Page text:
Reliability and Reproducibility of Novel Methodology for Assessment of Pressure Pain Sensitivity in the Pelvic Region Public Deposited

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  • February 22, 2019
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  • Maixner, William
    • Affiliation: School of Dentistry, Department of Endodontics
    • Other Affiliation: Regional Center for Neurosensory Disorders
  • Bair, Eric
    • Affiliation: School of Dentistry, Department of Endodontics, Gillings School of Global Public Health, Department of Biostatistics
    • Other Affiliation: Regional Center for Neurosensory Disorders
  • Lewis, Jasmine
    • Affiliation: School of Medicine, Department of Obstetrics and Gynecology
  • Essick, Gregory K.
    • Affiliation: School of Dentistry, Department of Prosthodontics
    • Other Affiliation: Regional Center for Neurosensory Disorders
  • Gracely, Richard H.
    • Affiliation: School of Dentistry, Department of Endodontics
    • Other Affiliation: Regional Center for Neurosensory Disorders
  • Zolnoun, Denniz
    • Affiliation: School of Medicine, Department of Obstetrics and Gynecology
Abstract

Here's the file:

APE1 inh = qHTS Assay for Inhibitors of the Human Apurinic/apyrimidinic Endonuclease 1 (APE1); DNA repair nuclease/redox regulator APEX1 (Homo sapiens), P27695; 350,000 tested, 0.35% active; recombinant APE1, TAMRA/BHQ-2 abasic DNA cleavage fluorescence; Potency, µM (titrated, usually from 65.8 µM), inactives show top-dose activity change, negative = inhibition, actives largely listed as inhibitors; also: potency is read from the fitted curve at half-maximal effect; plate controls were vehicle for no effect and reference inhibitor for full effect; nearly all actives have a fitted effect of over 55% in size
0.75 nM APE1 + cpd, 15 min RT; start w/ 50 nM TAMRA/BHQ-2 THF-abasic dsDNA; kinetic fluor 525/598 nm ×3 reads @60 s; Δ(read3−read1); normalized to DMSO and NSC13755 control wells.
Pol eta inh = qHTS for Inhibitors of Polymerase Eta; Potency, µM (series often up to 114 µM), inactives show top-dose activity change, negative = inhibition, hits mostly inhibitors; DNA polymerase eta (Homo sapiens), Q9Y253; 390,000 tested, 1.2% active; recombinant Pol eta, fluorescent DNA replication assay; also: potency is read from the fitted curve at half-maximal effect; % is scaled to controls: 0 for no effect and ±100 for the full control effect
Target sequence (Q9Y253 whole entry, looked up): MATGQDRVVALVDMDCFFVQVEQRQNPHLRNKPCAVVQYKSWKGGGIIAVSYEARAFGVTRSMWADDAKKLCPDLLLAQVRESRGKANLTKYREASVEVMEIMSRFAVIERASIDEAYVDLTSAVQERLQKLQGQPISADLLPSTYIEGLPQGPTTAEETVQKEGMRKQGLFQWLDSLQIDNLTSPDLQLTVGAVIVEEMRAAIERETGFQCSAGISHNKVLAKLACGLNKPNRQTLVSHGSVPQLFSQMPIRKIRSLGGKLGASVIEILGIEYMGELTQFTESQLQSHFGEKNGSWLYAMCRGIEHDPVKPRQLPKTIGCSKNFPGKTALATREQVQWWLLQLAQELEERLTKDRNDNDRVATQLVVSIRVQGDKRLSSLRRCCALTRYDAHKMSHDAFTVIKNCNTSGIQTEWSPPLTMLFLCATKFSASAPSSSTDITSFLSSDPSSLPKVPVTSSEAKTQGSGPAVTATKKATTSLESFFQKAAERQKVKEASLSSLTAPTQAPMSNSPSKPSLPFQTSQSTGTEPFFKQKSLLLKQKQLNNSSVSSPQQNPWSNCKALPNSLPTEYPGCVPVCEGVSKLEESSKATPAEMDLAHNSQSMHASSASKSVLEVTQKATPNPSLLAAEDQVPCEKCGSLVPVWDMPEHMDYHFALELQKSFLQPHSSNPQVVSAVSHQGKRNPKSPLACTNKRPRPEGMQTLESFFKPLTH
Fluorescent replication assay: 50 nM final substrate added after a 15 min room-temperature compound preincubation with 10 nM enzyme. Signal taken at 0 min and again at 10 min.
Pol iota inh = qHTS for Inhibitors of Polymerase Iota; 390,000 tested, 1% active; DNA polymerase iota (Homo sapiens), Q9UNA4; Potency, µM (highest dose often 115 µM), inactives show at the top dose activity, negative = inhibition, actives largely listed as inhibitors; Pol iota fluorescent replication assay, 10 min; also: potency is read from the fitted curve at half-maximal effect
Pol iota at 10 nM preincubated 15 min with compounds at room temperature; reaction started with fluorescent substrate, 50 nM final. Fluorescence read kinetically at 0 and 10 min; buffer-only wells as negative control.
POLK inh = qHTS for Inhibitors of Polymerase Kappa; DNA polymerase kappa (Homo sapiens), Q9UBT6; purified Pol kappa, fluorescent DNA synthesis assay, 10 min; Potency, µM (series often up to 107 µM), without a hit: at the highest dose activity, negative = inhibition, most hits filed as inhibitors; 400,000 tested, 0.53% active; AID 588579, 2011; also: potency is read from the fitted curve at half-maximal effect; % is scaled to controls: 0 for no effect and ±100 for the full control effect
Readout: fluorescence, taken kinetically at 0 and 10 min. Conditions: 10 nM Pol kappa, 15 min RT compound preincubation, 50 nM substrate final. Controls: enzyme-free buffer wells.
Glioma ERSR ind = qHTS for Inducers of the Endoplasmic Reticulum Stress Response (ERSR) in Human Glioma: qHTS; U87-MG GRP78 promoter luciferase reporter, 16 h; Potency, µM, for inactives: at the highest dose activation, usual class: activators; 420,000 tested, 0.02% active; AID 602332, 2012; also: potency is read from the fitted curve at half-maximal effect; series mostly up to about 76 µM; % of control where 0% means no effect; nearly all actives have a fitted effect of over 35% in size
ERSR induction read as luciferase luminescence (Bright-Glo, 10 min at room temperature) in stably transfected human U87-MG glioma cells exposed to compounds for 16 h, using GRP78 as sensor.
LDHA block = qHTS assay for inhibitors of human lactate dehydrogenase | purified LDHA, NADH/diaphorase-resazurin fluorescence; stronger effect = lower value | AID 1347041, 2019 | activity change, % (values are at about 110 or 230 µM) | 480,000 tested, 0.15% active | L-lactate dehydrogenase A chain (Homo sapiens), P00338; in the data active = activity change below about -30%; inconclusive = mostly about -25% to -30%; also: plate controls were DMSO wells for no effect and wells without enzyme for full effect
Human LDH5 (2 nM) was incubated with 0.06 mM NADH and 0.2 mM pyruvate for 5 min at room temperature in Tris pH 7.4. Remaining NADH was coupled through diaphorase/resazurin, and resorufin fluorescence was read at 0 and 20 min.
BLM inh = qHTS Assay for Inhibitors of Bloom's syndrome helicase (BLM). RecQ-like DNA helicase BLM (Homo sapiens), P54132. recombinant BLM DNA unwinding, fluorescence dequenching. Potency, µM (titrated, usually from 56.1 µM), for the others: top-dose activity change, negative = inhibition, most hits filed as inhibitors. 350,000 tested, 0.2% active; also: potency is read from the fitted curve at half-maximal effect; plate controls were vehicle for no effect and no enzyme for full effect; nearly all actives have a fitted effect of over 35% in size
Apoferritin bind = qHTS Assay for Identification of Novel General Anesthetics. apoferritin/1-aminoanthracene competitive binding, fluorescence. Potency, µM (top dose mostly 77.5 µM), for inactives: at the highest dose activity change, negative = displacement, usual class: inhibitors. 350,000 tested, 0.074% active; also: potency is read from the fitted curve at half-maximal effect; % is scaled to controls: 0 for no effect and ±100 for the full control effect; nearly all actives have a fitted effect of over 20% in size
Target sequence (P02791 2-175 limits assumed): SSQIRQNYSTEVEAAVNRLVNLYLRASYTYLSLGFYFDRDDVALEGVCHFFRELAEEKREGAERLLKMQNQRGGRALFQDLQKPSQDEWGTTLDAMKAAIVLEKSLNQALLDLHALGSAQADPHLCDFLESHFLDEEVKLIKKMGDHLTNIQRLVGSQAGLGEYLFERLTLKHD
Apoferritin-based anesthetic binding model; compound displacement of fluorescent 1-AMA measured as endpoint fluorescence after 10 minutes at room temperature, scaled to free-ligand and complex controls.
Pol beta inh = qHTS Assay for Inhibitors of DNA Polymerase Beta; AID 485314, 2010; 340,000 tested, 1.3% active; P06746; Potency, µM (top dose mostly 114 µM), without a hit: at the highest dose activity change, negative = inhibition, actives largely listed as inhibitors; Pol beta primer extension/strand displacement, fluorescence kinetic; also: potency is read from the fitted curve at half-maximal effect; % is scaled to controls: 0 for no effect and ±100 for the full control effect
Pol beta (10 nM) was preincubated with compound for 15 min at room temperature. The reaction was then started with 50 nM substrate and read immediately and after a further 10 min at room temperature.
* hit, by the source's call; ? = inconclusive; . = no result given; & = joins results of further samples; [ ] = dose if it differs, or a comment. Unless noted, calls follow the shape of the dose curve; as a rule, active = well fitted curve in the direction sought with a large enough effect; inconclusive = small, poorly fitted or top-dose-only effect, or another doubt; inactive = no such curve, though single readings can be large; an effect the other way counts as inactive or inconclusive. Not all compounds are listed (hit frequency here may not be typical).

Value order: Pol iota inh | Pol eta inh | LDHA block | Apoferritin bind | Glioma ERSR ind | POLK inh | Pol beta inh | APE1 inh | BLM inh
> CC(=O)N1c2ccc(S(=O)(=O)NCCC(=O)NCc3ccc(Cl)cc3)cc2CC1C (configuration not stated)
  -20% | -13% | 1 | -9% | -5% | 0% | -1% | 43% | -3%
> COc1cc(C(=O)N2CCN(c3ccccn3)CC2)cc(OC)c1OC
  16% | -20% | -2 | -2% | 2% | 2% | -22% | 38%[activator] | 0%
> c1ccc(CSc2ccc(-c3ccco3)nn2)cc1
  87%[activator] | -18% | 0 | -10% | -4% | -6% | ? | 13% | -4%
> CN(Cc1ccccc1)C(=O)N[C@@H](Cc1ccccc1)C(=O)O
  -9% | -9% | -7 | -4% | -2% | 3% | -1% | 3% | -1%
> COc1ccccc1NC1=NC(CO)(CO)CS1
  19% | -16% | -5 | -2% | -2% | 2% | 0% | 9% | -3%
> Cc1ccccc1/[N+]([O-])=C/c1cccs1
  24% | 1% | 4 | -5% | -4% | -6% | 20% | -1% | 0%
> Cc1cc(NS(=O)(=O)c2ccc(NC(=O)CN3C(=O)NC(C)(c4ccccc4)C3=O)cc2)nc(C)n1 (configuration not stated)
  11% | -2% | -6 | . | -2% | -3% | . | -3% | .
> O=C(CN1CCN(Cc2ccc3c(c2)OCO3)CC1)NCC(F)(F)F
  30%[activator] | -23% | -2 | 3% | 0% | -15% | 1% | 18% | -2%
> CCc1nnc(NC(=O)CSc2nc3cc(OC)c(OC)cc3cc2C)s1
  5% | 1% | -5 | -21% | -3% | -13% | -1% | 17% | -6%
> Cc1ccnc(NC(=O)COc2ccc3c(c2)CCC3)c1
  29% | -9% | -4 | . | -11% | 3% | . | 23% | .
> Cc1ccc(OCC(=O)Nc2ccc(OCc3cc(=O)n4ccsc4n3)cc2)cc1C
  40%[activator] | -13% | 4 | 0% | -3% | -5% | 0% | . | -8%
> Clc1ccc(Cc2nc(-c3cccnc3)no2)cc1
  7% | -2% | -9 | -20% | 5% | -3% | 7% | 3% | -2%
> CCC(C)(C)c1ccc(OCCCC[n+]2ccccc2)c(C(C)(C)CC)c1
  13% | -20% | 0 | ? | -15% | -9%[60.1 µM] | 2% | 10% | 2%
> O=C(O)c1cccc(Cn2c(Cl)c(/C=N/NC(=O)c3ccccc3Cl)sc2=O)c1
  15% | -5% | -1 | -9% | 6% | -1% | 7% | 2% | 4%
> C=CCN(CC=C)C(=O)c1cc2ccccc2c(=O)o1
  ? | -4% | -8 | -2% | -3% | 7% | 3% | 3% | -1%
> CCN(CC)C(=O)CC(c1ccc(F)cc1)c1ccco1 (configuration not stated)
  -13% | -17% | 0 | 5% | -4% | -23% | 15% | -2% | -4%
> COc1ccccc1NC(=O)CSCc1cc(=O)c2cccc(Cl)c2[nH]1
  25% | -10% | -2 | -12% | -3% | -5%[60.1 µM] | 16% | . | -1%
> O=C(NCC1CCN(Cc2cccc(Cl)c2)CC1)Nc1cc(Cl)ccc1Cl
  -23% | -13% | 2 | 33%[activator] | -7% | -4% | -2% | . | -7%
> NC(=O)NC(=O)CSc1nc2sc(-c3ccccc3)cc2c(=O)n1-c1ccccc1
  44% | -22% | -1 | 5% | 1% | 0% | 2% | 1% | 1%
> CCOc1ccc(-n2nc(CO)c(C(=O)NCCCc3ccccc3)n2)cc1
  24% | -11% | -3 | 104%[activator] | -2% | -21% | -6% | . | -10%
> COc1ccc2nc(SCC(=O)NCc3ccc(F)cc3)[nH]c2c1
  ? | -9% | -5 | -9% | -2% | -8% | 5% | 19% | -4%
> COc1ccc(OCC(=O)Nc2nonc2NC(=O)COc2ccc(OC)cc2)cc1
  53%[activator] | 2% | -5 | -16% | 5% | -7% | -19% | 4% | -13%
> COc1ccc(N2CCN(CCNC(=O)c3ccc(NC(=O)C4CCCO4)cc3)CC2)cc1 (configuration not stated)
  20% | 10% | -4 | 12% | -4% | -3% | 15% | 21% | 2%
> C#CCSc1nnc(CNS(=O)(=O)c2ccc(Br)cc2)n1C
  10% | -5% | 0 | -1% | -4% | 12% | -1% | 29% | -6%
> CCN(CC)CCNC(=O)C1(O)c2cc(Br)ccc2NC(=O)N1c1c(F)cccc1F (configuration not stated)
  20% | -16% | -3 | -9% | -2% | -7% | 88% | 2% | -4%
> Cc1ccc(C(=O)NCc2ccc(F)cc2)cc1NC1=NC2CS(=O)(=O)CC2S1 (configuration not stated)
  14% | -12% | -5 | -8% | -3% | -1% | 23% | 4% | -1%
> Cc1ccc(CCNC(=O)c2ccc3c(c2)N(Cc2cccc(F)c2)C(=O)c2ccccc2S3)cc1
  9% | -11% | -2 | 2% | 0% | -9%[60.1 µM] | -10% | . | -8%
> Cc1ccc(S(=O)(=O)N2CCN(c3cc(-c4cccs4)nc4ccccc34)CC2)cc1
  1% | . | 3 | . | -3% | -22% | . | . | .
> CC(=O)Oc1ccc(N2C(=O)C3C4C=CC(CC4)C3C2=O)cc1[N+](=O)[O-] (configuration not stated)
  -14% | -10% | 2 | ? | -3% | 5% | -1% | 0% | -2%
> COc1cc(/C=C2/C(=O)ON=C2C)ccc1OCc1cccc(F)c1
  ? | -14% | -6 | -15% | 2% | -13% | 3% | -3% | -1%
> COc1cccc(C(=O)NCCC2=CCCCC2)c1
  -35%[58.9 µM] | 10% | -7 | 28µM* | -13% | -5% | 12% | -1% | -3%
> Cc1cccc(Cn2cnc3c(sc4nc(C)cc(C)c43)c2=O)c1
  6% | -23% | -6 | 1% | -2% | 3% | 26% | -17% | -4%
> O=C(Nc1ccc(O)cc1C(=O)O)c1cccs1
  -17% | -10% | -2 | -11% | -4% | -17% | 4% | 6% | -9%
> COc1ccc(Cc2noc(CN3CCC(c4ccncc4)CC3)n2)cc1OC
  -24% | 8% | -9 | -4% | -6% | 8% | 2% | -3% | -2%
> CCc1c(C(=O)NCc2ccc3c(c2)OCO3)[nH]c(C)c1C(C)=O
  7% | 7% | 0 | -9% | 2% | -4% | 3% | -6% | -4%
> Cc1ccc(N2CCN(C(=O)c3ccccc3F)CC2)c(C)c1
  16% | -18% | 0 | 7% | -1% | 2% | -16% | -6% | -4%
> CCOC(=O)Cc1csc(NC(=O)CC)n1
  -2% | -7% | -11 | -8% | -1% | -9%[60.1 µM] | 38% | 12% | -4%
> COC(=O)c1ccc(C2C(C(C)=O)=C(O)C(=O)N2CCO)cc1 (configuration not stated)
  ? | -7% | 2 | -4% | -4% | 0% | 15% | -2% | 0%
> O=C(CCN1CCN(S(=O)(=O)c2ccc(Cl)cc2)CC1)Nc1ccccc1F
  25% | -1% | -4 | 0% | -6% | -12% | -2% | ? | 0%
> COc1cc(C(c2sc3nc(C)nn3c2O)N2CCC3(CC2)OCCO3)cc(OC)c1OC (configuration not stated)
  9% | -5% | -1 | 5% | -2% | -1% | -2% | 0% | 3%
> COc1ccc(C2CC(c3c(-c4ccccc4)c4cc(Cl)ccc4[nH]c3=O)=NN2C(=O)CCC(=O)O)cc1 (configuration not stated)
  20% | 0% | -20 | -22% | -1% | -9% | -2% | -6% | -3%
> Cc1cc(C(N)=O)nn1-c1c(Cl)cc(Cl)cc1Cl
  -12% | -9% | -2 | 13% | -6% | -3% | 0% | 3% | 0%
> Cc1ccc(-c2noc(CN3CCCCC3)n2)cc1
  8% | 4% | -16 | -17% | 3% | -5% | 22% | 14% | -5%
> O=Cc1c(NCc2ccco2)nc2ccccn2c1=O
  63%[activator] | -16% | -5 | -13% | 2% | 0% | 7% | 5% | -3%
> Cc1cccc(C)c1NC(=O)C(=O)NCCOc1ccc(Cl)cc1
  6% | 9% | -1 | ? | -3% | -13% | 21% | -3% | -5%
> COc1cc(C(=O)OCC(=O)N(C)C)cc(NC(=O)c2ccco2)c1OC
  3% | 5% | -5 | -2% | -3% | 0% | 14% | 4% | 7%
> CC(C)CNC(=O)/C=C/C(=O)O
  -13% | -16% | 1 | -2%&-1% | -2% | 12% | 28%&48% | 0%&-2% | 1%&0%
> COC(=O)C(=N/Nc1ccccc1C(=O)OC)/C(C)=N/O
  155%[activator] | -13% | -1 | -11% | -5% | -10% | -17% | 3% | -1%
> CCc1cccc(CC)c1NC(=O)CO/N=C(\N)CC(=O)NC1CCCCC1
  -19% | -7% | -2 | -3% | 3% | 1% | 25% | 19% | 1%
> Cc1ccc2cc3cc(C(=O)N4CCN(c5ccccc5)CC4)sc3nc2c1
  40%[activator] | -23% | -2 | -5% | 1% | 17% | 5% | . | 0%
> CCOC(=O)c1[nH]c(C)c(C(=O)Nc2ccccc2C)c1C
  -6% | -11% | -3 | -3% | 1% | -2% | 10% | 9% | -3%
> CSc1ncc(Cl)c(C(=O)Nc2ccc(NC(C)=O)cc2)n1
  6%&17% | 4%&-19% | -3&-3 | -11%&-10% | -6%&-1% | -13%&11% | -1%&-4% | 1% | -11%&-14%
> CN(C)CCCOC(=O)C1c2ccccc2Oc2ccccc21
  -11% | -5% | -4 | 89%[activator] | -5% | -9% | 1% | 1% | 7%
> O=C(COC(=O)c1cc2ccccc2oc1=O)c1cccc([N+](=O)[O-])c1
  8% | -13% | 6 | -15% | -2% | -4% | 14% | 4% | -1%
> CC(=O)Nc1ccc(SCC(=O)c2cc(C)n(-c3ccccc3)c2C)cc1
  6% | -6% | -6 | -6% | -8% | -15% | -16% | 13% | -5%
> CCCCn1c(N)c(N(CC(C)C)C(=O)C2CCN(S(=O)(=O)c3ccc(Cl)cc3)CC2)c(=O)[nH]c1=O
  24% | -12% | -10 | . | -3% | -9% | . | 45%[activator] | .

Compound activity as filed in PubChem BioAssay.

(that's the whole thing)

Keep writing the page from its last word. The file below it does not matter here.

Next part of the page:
• Introduction: • Vestibulodynia, the most common type of chronic vulvovaginal pain, affects nearly 1 in 10 women at some point in their lifetime1 • Current clinical diagnostic criteria for vestibulodynia dates back to Friedrich’s case series of 86 patients published in 19872 which include 1) entry dyspareunia (painful intercourse), 2) tenderness to pressure within the vestibule, and 3) physical findings limited to erythema without other obvious pathology2 • Fredrich’s criteria is limited to evaluation of the vulvar vestibuleunlike mucosa, the spectrum of normal and abnormal tenderness in the pelvic floor and its constituent muscles (e.g. puborectalis muscle) has not been described • Although the body of literature on vestibulodynia has expanded, no revised criteria including beyond Friedrich’s initial description to include pelvic floor dysfunction have been formulated • Our hypothesis is that vestibulodynia is a heterogeneous disorder and that mucosal and muscle pain sensitivities can be used to identify distinct subgroups of patients • The purpose of this study was three fold: 1) to develop instrumentation and methodology for the objective assessment of vulvar mucosal and pelvic muscle sensitivities, 2) to establish a standardized clinical approach for assessing pain sensitivity in vulvar mucosa and pelvic musculature, and 3) to relate these measures to patients’ clinical pain reports
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